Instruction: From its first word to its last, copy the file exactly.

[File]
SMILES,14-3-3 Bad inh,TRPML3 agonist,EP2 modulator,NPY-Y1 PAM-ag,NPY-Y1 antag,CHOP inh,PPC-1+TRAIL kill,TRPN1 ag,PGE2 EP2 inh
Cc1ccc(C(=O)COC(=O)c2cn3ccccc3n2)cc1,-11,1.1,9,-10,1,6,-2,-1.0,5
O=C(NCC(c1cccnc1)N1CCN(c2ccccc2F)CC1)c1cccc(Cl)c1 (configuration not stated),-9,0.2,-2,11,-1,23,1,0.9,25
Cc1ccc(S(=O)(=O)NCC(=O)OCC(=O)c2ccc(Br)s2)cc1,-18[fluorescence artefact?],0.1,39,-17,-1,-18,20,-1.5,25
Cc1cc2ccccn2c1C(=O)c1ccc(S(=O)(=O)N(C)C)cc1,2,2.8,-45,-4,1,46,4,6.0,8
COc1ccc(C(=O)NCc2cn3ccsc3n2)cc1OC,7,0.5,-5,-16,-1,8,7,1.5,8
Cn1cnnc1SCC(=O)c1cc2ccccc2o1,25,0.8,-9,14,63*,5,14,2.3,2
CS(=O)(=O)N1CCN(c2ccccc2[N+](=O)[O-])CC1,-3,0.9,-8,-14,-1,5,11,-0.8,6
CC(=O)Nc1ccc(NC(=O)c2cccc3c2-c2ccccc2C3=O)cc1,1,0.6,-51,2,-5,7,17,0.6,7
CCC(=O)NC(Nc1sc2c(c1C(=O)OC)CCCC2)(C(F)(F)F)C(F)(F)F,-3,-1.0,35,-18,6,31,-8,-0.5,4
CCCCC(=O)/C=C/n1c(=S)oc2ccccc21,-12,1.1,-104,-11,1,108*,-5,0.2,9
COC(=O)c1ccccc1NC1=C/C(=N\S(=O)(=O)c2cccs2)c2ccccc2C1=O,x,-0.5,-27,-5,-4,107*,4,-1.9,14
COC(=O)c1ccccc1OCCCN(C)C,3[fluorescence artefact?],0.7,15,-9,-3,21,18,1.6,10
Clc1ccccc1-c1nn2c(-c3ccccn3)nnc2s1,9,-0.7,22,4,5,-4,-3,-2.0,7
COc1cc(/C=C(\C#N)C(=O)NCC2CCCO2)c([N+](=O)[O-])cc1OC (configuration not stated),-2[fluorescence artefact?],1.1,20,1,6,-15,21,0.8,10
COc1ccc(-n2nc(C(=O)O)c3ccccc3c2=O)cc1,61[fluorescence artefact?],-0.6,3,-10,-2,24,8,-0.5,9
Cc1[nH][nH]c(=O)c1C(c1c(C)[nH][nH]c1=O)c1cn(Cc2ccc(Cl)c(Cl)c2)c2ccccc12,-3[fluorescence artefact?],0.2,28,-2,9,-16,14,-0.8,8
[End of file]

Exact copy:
SMILES,14-3-3 Bad inh,TRPML3 agonist,EP2 modulator,NPY-Y1 PAM-ag,NPY-Y1 antag,CHOP inh,PPC-1+TRAIL kill,TRPN1 ag,PGE2 EP2 inh
Cc1ccc(C(=O)COC(=O)c2cn3ccccc3n2)cc1,-11,1.1,9,-10,1,6,-2,-1.0,5
O=C(NCC(c1cccnc1)N1CCN(c2ccccc2F)CC1)c1cccc(Cl)c1 (configuration not stated),-9,0.2,-2,11,-1,23,1,0.9,25
Cc1ccc(S(=O)(=O)NCC(=O)OCC(=O)c2ccc(Br)s2)cc1,-18[fluorescence artefact?],0.1,39,-17,-1,-18,20,-1.5,25
Cc1cc2ccccn2c1C(=O)c1ccc(S(=O)(=O)N(C)C)cc1,2,2.8,-45,-4,1,46,4,6.0,8
COc1ccc(C(=O)NCc2cn3ccsc3n2)cc1OC,7,0.5,-5,-16,-1,8,7,1.5,8
Cn1cnnc1SCC(=O)c1cc2ccccc2o1,25,0.8,-9,14,63*,5,14,2.3,2
CS(=O)(=O)N1CCN(c2ccccc2[N+](=O)[O-])CC1,-3,0.9,-8,-14,-1,5,11,-0.8,6
CC(=O)Nc1ccc(NC(=O)c2cccc3c2-c2ccccc2C3=O)cc1,1,0.6,-51,2,-5,7,17,0.6,7
CCC(=O)NC(Nc1sc2c(c1C(=O)OC)CCCC2)(C(F)(F)F)C(F)(F)F,-3,-1.0,35,-18,6,31,-8,-0.5,4
CCCCC(=O)/C=C/n1c(=S)oc2ccccc21,-12,1.1,-104,-11,1,108*,-5,0.2,9
COC(=O)c1ccccc1NC1=C/C(=N\S(=O)(=O)c2cccs2)c2ccccc2C1=O,x,-0.5,-27,-5,-4,107*,4,-1.9,14
COC(=O)c1ccccc1OCCCN(C)C,3[fluorescence artefact?],0.7,15,-9,-3,21,18,1.6,10
Clc1ccccc1-c1nn2c(-c3ccccn3)nnc2s1,9,-0.7,22,4,5,-4,-3,-2.0,7
COc1cc(/C=C(\C#N)C(=O)NCC2CCCO2)c([N+](=O)[O-])cc1OC (configuration not stated),-2[fluorescence artefact?],1.1,20,1,6,-15,21,0.8,10
COc1ccc(-n2nc(C(=O)O)c3ccccc3c2=O)cc1,61[fluorescence artefact?],-0.6,3,-10,-2,24,8,-0.5,9
Cc1[nH][nH]c(=O)c1C(c1c(C)[nH][nH]c1=O)c1cn(Cc2ccc(Cl)c(Cl)c2)c2ccccc12,-3[fluorescence artefact?],0.2,28,-2,9,-16,14,-0.8,8